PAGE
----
What to Know About Telling Your Kids After You Have Done Your Estate Planning

Estate planning is a very personal process but because of that, many people choose to put it off until it is too late. Thereby, leaving their family members to try to pick up the pieces after a financial disaster caused by someone’s mental or physical incapacitation or sudden death. For these reasons, it’s important to at least have a conversation about the benefits of estate planning and how you’ll break the news about what you decided to your kids. 

Many people are confused about just how much information they should give to their children about estate planning and whether or not these documents should have copies made and given to the kids. There is no one-size-fits-all answer about how much information should be shared with children since every person’s circumstances are different. Many people share a lot of information with their clients.

Most people who meet with a probate lawyer after a person has passed away within their family already know what’s in the estate plan but might not have copies of the critical documents. Usual recommendations from estate planning attorneys are to keep the estate planning documents in a secure, accessible and safe place.

These documents are extremely important and they may be needed someday and in the heat of the moment, you want to ensure that everyone has access to them.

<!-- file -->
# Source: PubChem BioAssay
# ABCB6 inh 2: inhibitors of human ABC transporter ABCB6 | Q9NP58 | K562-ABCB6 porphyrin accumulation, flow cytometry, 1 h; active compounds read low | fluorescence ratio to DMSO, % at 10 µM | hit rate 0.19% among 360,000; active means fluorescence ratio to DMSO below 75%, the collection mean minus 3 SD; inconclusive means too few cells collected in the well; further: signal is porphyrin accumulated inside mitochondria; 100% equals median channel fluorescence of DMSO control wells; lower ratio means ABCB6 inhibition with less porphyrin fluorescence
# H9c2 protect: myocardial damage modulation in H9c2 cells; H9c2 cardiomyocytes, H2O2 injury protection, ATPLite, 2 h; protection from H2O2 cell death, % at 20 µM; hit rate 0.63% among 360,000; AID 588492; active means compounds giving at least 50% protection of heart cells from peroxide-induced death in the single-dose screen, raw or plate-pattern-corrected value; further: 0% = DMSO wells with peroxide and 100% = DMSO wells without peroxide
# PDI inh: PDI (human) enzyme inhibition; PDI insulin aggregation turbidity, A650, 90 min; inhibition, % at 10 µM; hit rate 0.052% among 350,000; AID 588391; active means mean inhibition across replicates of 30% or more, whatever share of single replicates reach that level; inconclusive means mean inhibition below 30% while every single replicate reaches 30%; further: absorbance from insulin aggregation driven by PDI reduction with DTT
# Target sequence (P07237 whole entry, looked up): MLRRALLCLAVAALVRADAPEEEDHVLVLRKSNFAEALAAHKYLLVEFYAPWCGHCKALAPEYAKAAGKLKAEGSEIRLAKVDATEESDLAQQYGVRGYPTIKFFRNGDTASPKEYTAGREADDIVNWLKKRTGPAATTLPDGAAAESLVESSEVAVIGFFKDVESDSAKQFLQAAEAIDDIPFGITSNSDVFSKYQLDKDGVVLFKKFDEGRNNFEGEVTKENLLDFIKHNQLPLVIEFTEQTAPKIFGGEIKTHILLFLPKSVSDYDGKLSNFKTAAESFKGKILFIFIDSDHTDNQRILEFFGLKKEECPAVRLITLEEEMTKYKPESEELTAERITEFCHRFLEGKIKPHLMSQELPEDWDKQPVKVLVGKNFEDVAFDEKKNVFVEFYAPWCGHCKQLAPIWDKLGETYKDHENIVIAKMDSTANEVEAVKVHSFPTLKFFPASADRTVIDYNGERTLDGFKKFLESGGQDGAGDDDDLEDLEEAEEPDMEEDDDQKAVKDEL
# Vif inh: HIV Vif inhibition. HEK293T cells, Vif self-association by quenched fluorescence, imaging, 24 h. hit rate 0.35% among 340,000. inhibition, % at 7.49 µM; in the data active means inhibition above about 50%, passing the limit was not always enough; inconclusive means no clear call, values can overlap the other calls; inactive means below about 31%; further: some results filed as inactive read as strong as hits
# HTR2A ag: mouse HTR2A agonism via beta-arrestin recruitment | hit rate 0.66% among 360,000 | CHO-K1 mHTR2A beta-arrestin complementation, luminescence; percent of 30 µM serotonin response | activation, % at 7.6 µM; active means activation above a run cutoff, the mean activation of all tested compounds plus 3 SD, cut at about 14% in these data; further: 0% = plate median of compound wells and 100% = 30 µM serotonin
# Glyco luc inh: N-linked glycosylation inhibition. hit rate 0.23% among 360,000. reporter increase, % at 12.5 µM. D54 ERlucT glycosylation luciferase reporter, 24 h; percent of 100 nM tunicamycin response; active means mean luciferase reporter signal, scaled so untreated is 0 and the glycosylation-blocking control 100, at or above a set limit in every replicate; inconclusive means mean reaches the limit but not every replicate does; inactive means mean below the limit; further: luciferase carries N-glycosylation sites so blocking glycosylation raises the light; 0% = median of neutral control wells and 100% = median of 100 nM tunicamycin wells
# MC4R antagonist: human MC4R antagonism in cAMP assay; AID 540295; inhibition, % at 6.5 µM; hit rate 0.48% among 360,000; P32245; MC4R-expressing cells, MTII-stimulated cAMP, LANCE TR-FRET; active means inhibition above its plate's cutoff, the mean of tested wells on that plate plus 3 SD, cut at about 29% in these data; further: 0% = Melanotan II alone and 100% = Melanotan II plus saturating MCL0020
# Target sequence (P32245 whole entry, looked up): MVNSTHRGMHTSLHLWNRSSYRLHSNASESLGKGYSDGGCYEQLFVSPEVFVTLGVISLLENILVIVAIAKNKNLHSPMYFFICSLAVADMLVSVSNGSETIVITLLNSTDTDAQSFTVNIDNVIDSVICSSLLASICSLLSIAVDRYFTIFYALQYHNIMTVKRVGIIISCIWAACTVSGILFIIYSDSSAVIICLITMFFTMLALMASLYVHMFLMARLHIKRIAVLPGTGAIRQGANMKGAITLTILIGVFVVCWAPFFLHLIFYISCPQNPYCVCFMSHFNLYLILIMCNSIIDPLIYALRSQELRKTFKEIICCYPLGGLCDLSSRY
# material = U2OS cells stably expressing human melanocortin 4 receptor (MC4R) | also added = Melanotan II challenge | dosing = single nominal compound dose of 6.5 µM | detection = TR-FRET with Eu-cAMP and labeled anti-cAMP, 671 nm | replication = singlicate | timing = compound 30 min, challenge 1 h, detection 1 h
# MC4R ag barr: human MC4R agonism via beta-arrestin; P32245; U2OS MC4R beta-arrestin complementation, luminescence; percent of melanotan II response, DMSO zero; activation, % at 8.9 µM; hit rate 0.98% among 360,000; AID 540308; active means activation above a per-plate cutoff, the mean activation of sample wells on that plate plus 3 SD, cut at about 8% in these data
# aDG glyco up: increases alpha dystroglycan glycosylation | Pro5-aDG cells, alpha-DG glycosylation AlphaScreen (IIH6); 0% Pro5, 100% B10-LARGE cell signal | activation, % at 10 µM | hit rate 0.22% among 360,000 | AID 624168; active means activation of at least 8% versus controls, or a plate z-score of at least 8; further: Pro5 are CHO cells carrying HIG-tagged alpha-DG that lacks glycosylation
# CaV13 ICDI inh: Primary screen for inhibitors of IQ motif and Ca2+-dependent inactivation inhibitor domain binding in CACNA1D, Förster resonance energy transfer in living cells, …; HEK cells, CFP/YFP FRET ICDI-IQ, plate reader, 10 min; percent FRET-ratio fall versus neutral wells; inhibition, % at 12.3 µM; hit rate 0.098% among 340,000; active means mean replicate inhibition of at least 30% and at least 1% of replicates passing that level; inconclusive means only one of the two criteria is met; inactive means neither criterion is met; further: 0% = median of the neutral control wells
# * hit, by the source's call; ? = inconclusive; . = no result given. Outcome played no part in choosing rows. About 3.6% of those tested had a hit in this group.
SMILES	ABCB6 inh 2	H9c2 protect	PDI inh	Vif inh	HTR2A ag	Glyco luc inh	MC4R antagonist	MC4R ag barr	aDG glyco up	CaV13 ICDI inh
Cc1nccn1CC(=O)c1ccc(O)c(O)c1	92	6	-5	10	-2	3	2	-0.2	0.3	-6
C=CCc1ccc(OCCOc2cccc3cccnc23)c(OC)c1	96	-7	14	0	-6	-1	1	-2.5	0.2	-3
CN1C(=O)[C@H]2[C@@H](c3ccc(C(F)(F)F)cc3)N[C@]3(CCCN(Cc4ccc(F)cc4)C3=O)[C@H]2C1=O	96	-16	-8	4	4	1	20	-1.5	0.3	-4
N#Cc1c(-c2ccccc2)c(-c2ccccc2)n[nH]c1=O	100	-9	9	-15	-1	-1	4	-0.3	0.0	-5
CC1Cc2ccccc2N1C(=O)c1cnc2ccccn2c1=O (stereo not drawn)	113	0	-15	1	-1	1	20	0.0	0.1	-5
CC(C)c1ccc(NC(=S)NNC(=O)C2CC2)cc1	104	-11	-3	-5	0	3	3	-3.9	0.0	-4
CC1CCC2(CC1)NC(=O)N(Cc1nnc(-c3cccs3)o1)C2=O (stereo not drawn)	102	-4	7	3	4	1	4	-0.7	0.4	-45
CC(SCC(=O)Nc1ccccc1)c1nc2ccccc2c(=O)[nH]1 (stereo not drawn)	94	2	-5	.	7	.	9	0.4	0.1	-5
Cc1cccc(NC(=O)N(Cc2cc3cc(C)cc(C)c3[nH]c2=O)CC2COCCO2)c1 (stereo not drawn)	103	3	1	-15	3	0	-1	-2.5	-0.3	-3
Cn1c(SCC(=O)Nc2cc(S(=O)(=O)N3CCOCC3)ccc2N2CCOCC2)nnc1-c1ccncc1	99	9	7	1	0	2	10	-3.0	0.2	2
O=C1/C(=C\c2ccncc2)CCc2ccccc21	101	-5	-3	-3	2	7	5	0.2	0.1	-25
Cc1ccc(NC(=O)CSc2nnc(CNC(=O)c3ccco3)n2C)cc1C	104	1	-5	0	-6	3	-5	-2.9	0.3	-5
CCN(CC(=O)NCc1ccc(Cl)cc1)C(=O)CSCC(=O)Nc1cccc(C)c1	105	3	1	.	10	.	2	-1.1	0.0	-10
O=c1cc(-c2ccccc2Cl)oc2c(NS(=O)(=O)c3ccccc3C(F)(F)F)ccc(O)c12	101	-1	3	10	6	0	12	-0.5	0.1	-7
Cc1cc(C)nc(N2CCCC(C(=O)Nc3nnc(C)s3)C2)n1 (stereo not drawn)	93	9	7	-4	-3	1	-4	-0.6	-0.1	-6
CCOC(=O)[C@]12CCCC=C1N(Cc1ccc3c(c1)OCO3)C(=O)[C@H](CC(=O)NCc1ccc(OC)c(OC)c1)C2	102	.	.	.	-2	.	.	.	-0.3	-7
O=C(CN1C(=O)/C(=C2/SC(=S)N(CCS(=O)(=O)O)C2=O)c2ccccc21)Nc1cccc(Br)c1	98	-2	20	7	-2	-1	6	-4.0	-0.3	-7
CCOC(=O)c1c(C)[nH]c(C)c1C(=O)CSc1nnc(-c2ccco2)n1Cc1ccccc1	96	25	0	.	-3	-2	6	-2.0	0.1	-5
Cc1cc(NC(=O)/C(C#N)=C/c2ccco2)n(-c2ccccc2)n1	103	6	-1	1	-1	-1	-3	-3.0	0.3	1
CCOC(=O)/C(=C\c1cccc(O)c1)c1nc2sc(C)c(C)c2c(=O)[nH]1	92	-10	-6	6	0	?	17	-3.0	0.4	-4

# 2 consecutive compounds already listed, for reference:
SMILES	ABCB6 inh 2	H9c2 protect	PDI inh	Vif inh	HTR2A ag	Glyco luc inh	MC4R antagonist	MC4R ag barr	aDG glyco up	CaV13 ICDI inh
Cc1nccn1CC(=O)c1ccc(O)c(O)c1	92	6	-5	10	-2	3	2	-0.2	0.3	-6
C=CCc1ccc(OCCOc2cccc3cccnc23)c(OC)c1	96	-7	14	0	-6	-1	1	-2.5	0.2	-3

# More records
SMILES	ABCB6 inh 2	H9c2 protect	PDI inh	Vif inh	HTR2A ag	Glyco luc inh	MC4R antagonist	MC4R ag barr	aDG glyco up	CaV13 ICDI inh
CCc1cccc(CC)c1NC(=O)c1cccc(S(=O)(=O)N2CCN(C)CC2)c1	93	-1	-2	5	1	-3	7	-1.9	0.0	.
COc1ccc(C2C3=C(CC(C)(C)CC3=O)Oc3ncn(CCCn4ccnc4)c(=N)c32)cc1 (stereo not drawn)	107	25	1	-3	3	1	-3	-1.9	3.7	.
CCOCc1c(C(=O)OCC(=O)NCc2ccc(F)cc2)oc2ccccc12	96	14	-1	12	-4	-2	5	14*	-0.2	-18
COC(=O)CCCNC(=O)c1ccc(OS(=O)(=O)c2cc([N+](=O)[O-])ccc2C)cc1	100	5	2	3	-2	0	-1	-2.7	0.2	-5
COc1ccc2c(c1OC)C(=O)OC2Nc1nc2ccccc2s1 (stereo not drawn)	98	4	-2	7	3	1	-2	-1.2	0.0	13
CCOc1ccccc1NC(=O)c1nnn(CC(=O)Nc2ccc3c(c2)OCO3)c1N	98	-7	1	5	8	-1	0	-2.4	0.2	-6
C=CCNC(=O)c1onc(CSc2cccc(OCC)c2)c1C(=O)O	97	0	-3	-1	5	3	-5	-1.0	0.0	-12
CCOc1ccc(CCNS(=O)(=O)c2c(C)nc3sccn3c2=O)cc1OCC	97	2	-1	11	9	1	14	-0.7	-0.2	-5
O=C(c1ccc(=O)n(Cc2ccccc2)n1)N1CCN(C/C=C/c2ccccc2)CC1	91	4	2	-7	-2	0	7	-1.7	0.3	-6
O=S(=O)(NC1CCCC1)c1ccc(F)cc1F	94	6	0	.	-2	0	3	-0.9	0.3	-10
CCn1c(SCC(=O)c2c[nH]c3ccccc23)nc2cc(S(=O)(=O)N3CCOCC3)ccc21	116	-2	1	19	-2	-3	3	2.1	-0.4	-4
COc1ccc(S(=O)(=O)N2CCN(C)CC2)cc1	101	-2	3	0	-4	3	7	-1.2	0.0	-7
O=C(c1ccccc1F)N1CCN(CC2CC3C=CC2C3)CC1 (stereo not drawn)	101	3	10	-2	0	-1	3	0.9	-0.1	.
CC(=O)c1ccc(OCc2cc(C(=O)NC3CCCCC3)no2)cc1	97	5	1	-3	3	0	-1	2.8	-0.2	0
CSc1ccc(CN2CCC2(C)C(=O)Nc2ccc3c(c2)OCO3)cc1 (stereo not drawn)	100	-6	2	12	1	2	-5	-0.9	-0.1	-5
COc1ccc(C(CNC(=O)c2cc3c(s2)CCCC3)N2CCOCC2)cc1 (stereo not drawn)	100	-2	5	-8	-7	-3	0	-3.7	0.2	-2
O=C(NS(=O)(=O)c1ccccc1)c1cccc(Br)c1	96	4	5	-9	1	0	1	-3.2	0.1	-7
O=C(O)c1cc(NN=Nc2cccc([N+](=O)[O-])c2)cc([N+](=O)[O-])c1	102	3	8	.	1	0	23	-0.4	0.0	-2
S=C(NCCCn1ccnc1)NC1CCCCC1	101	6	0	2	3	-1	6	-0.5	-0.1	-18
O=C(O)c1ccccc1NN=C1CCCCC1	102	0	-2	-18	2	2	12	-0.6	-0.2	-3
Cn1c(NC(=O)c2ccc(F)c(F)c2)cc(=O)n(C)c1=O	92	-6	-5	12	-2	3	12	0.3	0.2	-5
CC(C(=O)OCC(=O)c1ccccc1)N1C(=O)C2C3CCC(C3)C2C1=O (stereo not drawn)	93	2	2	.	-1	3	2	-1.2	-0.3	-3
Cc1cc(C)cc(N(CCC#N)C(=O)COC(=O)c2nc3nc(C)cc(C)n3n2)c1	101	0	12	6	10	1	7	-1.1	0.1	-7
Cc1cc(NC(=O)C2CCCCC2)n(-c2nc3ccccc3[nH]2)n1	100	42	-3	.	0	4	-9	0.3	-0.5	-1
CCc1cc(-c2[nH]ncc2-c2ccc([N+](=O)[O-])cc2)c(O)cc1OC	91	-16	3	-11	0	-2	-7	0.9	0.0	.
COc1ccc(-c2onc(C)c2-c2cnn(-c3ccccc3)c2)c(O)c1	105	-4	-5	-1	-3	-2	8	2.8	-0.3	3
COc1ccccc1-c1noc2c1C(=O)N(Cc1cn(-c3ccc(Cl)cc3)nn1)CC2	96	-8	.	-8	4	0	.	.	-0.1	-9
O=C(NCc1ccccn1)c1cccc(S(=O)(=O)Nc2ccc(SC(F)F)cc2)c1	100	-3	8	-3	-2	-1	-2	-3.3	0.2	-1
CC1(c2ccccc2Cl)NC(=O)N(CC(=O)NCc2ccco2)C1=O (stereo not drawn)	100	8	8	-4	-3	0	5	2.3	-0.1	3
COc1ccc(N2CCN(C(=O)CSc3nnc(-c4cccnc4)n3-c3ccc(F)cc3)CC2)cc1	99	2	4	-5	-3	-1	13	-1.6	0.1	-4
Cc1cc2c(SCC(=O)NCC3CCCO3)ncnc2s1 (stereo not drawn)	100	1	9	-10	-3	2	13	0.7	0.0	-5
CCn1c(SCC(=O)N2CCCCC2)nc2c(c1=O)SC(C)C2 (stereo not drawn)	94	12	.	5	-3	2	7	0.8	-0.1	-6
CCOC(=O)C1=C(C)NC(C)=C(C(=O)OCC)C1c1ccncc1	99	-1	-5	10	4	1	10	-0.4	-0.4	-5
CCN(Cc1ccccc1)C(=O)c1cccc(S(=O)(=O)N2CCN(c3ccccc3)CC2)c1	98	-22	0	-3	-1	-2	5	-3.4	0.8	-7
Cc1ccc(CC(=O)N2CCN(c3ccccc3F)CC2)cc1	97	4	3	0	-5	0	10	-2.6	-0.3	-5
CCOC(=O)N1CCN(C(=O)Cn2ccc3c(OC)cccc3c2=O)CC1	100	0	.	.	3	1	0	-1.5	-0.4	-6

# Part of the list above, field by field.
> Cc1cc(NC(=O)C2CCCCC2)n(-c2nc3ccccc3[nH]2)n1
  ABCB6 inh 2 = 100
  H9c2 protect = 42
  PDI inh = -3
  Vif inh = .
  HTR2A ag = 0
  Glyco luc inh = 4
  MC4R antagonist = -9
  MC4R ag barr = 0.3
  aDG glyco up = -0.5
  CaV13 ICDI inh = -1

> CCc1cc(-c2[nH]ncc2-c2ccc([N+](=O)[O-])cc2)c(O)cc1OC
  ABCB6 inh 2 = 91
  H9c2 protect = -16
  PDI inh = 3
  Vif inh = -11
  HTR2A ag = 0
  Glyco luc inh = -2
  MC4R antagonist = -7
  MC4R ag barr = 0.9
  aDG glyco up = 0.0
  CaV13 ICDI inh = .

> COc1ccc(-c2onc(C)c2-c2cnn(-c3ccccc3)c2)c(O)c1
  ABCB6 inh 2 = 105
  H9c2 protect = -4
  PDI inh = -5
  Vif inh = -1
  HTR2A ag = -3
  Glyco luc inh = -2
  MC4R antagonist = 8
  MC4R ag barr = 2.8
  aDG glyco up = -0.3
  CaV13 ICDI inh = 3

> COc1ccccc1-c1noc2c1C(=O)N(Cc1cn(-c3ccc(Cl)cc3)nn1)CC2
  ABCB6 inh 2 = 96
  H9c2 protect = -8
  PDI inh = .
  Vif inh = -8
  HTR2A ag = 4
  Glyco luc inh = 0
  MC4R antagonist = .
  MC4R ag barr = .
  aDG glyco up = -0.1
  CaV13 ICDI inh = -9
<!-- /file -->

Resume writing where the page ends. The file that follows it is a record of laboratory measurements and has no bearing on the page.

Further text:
Giving copies of these estate planning documents to an experienced estate planning attorney and advising key family members who may be stepping in in the event of an incapacitation or sudden death, about how to find this information, can be instrumental in minimizing the challenges typically associated with estate planning.

If you have a plan developed well in advance and things are organized in a clear and easy to locate manner, you are that much more likely to be effective with communicating these goals to family members and enabling them to find this critical information when the time comes about. Bear in mind that your decision about how much to share with your family members regarding your estate plan is ultimately up to you and that many people choose customized decisions based on how comfortable they feel with the relevant family members.

You can ask questions of your estate planning attorney to help figure out what may be in your best interests.


What Are the Four Most Common Mistakes that Celebrities Make?

Each time a celebrity passes away, we typically get the opportunity to learn from his or her mistakes. Read on to learn more about the four most common mistakes made by celebrities. It’s currently being reported that pop star Prince may have died without a will and this is one of the biggest estate planning problems. estate planning attorney NJ